believe discredit birth

Ability to solve problems   Can identify solutions to barriers that    Can only identify barriers to
about community             hinder dissemination of birth spacing      disseminating birth spacing
education                   information.                               information.

Changes in religious leader knowledge is also confirmed by pre- and posttests taken by
all involved clergy as part of training. Selected results for both male and female leaders

Table 1: Change in Knowledge Among Male Religious Leaders (n=79)
                               Pretest      Posttest       Chi-square        P-value
Prevalence of anemia among         27%          87%           59.45          <.001
Effect of FGC on sexual desire     46%          94%           43.21          <.001
Optimal age of first pregnancy     18%          96%           99.24          <.001
Optimal birth spacing interval      6%          97%           131.43         <.001
Nature of eclampsia                37%          99%           69.52          <.001
Location of uterus                 49%          96%           43.74          <.001
Location of sperm production       53%          96%           38.70          <.001

             Table 2: Change in Knowledge Among Female Religious Leaders
                                                           Pretest     Posttest
         Effect of FGC on sexual desire                            50%      92%
         Optimal age of first pregnancy                            13%      96%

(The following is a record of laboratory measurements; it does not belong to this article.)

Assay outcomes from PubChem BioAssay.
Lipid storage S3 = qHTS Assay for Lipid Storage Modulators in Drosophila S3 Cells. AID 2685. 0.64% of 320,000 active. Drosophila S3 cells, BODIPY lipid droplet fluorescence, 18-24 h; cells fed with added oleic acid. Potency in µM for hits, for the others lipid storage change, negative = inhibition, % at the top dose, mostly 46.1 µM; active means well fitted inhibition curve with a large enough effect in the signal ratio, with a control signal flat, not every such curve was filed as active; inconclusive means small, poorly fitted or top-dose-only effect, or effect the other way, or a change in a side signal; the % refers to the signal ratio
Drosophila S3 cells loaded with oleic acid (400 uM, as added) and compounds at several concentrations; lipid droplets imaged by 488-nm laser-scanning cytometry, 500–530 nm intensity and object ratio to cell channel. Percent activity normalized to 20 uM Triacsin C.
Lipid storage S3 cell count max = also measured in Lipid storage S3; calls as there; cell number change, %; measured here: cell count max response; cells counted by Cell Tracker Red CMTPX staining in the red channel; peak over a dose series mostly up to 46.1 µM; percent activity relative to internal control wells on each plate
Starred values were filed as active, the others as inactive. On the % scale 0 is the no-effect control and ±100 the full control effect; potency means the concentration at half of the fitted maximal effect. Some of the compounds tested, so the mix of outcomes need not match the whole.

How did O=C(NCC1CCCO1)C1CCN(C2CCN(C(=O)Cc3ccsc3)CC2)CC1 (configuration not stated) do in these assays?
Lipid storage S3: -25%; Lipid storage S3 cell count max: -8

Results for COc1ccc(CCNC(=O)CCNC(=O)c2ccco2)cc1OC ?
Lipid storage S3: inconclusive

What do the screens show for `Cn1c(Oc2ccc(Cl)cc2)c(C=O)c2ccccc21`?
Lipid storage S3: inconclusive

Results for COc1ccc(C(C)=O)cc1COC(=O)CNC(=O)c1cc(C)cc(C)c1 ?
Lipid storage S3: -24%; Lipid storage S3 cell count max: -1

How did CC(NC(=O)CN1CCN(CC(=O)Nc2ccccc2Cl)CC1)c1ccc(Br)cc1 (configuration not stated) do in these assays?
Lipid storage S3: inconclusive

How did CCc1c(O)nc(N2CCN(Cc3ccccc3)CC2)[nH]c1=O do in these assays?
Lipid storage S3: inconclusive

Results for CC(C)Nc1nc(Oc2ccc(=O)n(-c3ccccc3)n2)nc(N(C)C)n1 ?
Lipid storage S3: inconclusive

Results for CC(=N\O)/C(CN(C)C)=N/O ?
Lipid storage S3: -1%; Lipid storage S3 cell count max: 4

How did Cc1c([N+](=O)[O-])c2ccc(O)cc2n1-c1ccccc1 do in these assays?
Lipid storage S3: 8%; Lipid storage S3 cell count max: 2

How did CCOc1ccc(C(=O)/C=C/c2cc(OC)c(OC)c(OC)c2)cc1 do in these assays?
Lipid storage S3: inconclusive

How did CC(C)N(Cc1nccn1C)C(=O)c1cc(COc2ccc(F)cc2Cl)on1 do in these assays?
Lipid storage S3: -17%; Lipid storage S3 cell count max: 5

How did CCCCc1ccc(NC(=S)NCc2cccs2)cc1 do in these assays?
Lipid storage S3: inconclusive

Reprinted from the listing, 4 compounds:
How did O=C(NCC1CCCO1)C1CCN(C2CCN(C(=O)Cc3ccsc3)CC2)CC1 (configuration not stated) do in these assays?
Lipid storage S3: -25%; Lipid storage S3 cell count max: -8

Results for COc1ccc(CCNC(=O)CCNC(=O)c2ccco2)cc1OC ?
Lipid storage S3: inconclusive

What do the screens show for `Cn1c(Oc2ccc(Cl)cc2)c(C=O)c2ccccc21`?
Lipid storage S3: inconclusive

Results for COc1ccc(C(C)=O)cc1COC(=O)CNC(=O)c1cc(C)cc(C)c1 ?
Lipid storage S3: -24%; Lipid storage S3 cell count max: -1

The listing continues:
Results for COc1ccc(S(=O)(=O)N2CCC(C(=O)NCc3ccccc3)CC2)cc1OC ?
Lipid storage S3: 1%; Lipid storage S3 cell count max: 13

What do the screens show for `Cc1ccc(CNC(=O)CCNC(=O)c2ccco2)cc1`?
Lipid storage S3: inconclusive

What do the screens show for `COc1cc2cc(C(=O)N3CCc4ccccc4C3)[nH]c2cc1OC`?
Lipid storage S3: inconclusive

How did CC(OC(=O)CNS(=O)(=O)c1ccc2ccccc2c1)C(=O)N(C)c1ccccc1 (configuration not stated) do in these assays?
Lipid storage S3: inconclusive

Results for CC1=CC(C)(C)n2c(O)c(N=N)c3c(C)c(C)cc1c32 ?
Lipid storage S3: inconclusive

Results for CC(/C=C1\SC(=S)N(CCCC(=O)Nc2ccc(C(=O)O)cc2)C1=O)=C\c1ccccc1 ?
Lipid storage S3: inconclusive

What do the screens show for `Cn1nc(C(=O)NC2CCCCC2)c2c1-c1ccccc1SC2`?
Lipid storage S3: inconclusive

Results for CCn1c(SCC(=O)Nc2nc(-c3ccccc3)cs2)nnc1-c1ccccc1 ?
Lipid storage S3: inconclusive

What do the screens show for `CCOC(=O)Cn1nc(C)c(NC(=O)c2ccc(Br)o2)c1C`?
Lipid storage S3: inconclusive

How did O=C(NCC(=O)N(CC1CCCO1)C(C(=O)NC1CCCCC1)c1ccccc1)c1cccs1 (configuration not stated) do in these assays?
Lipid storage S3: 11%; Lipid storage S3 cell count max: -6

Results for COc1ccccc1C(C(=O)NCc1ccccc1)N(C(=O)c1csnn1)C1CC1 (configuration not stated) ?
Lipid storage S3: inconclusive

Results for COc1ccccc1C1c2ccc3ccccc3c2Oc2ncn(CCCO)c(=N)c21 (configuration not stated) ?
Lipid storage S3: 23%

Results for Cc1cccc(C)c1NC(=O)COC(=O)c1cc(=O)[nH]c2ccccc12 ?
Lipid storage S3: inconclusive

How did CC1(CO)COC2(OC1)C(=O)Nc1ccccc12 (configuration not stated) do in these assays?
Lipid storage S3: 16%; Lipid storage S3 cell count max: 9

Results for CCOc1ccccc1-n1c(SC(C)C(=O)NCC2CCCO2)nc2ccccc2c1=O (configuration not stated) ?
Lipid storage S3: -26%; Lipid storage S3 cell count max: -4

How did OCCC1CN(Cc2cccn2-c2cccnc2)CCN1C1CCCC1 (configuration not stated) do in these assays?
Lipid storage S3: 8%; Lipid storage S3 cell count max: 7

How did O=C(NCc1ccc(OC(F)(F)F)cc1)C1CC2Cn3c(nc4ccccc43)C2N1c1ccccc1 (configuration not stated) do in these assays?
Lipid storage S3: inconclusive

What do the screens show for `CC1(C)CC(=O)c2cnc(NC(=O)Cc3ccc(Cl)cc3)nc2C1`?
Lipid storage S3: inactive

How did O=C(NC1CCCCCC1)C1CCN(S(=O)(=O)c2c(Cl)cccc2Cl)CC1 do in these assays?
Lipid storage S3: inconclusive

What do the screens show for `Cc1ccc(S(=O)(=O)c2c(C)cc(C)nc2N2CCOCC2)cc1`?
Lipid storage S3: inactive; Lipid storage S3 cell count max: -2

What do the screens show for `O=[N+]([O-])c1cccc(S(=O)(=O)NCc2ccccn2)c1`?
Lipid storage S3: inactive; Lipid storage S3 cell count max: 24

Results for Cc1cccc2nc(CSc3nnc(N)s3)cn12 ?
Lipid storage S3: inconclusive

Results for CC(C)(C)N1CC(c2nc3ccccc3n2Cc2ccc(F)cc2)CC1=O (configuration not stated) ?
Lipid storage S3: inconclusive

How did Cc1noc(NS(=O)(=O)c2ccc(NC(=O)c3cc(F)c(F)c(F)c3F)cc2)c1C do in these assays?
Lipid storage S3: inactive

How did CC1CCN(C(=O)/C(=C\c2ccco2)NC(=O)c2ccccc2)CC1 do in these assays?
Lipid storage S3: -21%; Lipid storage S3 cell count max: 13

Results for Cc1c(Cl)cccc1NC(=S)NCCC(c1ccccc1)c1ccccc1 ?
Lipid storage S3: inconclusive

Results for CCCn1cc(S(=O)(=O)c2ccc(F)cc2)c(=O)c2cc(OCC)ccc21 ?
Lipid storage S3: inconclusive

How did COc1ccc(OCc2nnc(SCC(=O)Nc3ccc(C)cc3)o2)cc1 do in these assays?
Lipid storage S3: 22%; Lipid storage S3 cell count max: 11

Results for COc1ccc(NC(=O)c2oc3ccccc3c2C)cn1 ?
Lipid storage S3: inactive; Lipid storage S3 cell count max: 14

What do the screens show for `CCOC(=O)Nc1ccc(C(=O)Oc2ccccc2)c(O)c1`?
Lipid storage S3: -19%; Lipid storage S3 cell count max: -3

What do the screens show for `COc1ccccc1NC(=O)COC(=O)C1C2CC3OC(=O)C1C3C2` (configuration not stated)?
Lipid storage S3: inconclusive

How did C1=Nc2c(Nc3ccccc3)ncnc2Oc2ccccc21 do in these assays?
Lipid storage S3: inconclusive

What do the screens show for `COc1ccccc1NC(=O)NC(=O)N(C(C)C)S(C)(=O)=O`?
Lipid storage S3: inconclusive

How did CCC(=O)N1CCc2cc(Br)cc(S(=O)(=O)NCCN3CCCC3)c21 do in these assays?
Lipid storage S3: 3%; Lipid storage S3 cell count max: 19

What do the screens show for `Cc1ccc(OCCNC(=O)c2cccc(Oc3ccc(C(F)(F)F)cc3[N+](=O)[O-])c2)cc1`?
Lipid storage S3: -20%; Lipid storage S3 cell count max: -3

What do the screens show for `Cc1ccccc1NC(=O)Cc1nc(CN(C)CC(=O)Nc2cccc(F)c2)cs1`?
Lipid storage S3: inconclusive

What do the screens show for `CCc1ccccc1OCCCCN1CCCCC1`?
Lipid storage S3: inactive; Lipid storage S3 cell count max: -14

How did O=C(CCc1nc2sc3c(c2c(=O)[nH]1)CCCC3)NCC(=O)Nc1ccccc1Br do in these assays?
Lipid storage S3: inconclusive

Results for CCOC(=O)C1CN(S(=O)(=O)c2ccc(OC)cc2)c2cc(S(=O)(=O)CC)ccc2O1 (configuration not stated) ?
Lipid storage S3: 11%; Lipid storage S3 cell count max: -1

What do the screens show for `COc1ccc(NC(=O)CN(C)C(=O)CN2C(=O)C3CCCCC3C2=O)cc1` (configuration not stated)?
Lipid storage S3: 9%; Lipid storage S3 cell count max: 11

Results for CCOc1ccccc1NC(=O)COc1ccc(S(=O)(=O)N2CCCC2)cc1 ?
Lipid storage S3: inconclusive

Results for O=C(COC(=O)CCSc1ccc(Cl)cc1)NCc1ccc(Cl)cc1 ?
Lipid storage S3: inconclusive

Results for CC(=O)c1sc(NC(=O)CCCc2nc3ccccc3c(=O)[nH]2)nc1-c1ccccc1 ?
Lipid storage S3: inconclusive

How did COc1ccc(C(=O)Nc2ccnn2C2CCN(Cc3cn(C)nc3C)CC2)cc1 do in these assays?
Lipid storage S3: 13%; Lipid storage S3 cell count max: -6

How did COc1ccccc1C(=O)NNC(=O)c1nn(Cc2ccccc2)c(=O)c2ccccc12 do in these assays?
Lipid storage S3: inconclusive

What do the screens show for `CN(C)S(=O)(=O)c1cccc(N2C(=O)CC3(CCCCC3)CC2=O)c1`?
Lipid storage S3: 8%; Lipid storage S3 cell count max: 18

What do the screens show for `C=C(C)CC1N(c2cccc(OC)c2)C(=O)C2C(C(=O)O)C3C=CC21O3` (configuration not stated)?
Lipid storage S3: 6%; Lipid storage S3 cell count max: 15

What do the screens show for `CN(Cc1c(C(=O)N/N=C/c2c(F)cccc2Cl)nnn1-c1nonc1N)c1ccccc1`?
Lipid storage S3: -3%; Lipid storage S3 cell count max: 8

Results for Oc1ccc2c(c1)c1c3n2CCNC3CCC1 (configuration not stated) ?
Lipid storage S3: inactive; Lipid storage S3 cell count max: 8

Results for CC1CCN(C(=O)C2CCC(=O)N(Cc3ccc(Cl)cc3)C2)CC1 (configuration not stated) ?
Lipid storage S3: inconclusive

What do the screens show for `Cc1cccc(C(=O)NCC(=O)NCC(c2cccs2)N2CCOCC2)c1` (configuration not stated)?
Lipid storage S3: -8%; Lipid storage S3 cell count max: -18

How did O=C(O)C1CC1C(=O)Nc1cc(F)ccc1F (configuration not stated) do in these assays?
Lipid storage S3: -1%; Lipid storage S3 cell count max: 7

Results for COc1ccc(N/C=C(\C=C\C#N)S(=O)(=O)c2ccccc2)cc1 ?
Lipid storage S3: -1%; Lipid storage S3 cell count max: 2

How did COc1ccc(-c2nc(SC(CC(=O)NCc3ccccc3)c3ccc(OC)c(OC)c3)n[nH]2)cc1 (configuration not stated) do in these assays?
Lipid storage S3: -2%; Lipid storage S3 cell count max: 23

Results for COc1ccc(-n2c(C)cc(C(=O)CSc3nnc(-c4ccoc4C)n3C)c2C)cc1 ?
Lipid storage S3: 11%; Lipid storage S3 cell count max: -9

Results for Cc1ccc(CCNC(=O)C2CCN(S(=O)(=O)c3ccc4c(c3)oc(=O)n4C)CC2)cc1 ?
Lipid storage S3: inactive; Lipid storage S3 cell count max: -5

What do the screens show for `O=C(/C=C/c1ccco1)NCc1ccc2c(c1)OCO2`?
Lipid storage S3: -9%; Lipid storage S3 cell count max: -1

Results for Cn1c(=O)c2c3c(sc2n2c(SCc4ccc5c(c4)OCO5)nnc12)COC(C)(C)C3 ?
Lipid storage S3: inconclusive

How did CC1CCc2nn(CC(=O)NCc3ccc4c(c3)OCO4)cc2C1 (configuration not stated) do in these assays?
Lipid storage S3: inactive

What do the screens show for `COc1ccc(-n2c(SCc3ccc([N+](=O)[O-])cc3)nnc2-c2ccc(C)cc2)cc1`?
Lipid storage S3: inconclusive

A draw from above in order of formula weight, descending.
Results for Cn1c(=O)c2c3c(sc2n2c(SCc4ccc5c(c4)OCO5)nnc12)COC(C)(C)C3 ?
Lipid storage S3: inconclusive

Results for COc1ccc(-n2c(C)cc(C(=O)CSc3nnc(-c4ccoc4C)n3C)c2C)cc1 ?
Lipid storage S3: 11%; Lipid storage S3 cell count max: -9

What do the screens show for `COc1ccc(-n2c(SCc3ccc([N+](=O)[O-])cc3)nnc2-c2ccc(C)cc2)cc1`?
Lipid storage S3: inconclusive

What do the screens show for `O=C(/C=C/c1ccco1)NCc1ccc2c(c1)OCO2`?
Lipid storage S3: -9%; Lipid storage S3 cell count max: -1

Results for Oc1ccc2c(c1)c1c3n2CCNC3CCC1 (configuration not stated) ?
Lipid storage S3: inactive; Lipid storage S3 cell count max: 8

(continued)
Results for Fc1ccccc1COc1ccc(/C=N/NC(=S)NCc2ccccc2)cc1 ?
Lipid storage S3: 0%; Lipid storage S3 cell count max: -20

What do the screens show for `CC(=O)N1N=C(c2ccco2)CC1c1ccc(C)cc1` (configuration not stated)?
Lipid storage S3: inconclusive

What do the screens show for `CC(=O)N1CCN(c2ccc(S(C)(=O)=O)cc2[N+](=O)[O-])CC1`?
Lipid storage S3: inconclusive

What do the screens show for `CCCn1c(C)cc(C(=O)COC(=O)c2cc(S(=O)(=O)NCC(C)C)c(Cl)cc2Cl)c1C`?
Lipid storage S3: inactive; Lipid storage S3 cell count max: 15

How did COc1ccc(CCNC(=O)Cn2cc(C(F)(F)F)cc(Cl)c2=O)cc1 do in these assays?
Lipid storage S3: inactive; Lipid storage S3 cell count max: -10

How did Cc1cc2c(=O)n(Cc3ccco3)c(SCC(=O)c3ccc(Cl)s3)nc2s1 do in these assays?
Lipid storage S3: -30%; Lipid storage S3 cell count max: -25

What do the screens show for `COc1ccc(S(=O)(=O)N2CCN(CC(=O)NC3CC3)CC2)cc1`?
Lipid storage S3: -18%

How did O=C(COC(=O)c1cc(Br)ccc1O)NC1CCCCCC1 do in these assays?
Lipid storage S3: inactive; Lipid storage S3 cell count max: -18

Knowledge of OBSI (3-5years)                              13%    100%
         Nature of eclampsia (not food poisoning)                  46%      96%
         Term of efficacy of an IUD                                50%    100%
         Location of uterus (not the locus of intercourse)         88%    100%
         Need for new condom for each intercourse                  67%    100%

Religious leaders are transferring reproductive health and family planning
knowledge to their parishioners. Focus group discussions held with men before they
attended a seminar taught by a sheik, priest, and doctor revealed much confusion about
the term “birth spacing,” as well as limited understanding of how they might, as men, act
to protect their families’ health. After the seminar, men in focus group discussions were
much clearer about birth spacing and also much more likely to envision a role for
themselves as protectors of their families’ health. They said that it was important for
them to hear the doctor and their religious leader offering the same advice and reported
that the discussions of female genital mutilation, birth spacing, and contraceptive
methods were especially illuminating.

TAHSEEN also surveyed 240 men from eight Minia villages before and after they
attended such a seminar to determine any changes in knowledge and attitudes as a result
of the seminar. Some findings follow:

Table 3: Knowledge Increase among Men Attending Seminar with Religious Leaders (n=240)

             Knowledge                   Pretest     Posttest       Chi-         P-value
The optimal birth spacing interval        56%          96%          11.38          <.001
Risks to mother of short birth            87%          93%          .016            Not
interval                                                                        statistically
Risks to child of short birth interval    88%          93%          .090            Not

Social workers conducted follow-up visits with the wives of men who had attended a
seminar co-led by a sheik, priest, and physician in order to learn whether the men had
shared information from the seminar with their wives. They learned that 22 of 26 men
had shared information with their wives; one had shared information with his mother but
not his wife; and three had not shared information with anyone.

TAHSEEN recognized the importance of working with religious leaders, as they are
natural public leaders and prominent disseminators of information in their community.
Gaining recognition from religious leaders supported TAHSEEN program activities and
reassured the community that the RH/FP information provided by TAHSEEN complies
with their religious beliefs.